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President Barack Obama’s administration will engage in “direct diplomacy” with Iran, the newly installed U.S. ambassador to the United Nations said Monday.

Not since before the 1979 Iranian revolution are U.S. officials believed to have conducted wide-ranging direct diplomacy with Iranian officials. But U.S. Ambassador Susan Rice warned that Iran must meet U.N. Security Council demands to suspend uranium enrichment before any talks on its nuclear program.

“The dialogue and diplomacy must go hand in hand with a very firm message from the United States and the international community that Iran needs to meet its obligations as defined by the Security Council. And its continuing refusal to do so will only cause pressure to increase,” she told reporters during a brief question-and-answer session.

Her comments, reflecting Obama’s signals for improved relations with America’s foes after eight years under President George W. Bush, came shortly after meeting with Secretary-General Ban Ki-moon on her first day in her new job.

Iran still considers the U.S. the “Great Satan,” but a day after Obama was sworn in, said it was “ready for new approaches by the United States.” Foreign Minister Manouchehr Mottaki said his country would study the idea of allowing the U.S. to open a diplomatic office in Tehran, the first since 1979.

Rice said the U.S. remains “deeply concerned about the threat that Iran’s nuclear program poses to the region, indeed to the United States and the entire international community.”

“We look forward to engaging in vigorous diplomacy that includes direct diplomacy with Iran, as well as continued collaboration and partnership” with the other four permanent members of the Security Council _ Britain, China, France and Russia _ plus Germany, Rice said.

“And we will look at what is necessary and appropriate with respect to maintaining pressure toward that goal of ending Iran’s nuclear program,” she said.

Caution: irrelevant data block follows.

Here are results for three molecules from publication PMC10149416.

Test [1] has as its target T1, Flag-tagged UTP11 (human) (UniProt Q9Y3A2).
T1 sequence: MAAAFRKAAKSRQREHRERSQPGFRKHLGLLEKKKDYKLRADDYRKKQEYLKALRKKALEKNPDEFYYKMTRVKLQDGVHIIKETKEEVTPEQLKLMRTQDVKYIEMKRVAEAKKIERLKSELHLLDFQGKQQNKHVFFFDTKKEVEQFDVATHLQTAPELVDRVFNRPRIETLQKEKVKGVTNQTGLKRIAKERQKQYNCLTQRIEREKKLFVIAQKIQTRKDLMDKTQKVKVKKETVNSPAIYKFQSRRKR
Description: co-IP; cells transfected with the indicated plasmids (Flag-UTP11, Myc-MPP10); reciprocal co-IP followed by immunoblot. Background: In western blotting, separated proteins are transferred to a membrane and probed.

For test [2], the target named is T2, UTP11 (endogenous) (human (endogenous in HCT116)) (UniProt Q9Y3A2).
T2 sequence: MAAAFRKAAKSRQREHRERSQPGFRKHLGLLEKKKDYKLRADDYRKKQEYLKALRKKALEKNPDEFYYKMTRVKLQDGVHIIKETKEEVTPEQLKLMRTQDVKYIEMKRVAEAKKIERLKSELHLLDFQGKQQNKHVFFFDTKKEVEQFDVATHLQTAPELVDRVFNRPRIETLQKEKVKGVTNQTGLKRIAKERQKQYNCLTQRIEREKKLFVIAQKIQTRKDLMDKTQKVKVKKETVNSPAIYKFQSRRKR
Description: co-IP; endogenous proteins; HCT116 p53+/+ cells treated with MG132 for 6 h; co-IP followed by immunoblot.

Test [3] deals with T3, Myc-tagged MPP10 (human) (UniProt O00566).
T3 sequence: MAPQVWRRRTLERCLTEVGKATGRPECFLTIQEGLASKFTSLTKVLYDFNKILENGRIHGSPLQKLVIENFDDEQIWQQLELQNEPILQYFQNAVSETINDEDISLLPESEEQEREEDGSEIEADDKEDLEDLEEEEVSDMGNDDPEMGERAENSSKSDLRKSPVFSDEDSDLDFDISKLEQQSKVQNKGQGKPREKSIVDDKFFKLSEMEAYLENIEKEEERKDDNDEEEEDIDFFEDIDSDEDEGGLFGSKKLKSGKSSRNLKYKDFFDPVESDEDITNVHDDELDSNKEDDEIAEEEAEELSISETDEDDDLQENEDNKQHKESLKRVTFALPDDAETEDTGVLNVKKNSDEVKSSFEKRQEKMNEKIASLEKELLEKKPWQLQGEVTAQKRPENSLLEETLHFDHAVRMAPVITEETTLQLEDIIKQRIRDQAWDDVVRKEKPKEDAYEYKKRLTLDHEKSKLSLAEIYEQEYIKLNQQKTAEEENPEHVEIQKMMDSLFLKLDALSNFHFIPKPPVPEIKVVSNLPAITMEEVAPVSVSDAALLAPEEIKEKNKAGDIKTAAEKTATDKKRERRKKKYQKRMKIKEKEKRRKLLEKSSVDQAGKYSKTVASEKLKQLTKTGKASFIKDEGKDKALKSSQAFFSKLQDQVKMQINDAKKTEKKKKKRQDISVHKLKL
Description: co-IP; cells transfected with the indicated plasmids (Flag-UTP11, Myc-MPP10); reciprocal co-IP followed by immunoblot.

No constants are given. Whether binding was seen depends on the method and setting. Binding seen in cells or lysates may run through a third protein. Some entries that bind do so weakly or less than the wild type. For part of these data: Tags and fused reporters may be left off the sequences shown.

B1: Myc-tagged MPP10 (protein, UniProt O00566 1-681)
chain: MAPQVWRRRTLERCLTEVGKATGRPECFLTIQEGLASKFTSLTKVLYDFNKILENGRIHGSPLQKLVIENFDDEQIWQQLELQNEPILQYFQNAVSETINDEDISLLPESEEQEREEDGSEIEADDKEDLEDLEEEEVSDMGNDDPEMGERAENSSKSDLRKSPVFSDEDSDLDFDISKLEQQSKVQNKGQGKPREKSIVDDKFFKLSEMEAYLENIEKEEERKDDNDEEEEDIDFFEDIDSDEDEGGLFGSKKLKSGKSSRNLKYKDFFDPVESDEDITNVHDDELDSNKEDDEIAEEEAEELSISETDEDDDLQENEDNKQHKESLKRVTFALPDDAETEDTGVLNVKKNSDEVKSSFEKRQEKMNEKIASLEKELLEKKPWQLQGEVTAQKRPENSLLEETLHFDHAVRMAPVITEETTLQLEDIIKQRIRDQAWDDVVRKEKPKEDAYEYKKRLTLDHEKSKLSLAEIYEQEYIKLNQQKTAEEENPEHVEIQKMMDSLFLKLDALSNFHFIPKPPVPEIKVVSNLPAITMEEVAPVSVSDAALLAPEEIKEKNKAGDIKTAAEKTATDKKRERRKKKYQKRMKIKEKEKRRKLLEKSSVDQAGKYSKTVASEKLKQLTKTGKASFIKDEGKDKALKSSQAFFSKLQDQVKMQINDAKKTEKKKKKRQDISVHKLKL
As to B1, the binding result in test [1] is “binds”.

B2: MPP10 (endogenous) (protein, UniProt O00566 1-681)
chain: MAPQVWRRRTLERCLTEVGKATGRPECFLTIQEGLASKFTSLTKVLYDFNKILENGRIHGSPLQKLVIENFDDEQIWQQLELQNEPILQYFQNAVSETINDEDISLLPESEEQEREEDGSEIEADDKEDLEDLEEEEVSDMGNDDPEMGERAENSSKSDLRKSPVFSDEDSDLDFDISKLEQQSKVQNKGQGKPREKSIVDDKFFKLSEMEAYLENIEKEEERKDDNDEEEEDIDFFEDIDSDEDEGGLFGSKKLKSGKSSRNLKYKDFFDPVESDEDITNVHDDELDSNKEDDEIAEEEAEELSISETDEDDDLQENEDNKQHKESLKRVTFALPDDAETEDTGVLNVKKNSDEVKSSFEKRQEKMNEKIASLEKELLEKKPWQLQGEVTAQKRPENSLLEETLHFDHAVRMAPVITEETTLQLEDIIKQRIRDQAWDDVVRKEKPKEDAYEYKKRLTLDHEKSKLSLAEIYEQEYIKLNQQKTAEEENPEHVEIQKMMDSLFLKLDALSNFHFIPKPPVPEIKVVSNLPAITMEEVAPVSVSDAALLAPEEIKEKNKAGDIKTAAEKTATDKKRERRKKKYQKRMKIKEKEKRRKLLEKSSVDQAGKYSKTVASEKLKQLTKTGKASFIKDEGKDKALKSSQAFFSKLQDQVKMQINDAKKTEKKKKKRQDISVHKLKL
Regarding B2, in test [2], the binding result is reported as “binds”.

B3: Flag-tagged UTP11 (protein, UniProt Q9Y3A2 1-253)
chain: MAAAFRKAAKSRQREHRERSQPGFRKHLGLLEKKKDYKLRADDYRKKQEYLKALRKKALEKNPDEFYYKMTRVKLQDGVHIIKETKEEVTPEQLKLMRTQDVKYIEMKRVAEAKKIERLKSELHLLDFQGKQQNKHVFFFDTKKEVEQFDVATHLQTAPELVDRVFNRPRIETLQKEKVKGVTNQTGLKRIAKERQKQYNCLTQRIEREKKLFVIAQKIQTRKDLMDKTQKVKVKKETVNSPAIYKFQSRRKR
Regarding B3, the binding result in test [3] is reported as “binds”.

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In recent years, Iranian and American officials have negotiated in the same room on talks about Afghanistan that involved other countries’ diplomats. They also talked face to face in Baghdad but the agenda was limited to Iraqi security.

But the differences between Washington and Tehran run deep. They include U.S. suspicions about Iran’s nuclear program, President Mahmoud Ahmadinejad’s threats to annihilate Israel, and Tehran’s support for Hamas.

Rice met with Ban in the morning to present her credentials. She said they spent 45 minutes discussing climate change, poverty reduction, U.N. peacekeeping, nonproliferation, Sudan and the Middle East.

She told reporters that “putting the United States at the center of international efforts to support poverty reduction, development, fighting disease and achieving the (U.N.) Millennium Development Goals, which President Obama has said repeatedly, will now be America’s goals as well.”

Rice said the U.S. will address the Gaza conflict on Tuesday in the Security Council, seeking ways “to support efforts to ensure that that cease-fire is lasting, and in that context for border crossings to open and be available for humanitarian as well as day-to-day economic development imperatives.”

Rice, who was a key Africa adviser to the Clinton administration during the 1994 Rwandan genocide, also said the Obama administation remains “very deeply concerned about the ongoing genocide in Darfur.”

“The priority at this point has to be effective protection for civilians,” she said, adding that she had discussed ways to fully deploy the U.N. peacekeeping mission in Darfur “so that there is the capacity on the ground to begin to effect that civilian protection.”

In Washington, Obama’s top spokesman said that Rice was merely restating the president’s policy on Iran.

Asked about Rice’s comments to reporters at U.N. headquarters in New York, Robert Gibbs, the White House press secretary, that what Rice did “was simply to restate the message” that the administration is “going to use all elements of our national power” to address concerns about Iran’s nuclear program.

NATO’s secretary-general, Japp de Hoop Scheffer, also said Monday that NATO must engage with Iran to secure regional support for the escalating war in neighboring Afghanistan.

The surprise call from the head of the Western alliance comes as the new U.S. administration prepares to send 30,000 more troops into Afghanistan, where Taliban militants are regrouping and violence is on the rise. They will reinforce the 62,000-strong NATO and U.S. force already operating there.

“We need a discussion that brings in all the relevant players: Afghanistan, Pakistan, India, China, Russia _ and yes, Iran. We need a pragmatic approach to solve this very real challenge,” de Hoop Scheffer said in a speech to the Security and Defense Agenda, a Brussels-based think tank.

Until now, the United States has sought to isolate the clerical regime in Iran from meddling in Afghanistan, although the Shiite nation has a long history of opposing Taliban rule there. De Hoop Scheffer said what’s required is a broader approach that includes all of Afghanistan’s neighbors, but he was “not sure at this stage” how to constructively bring Iran into Afghanistan diplomacy.

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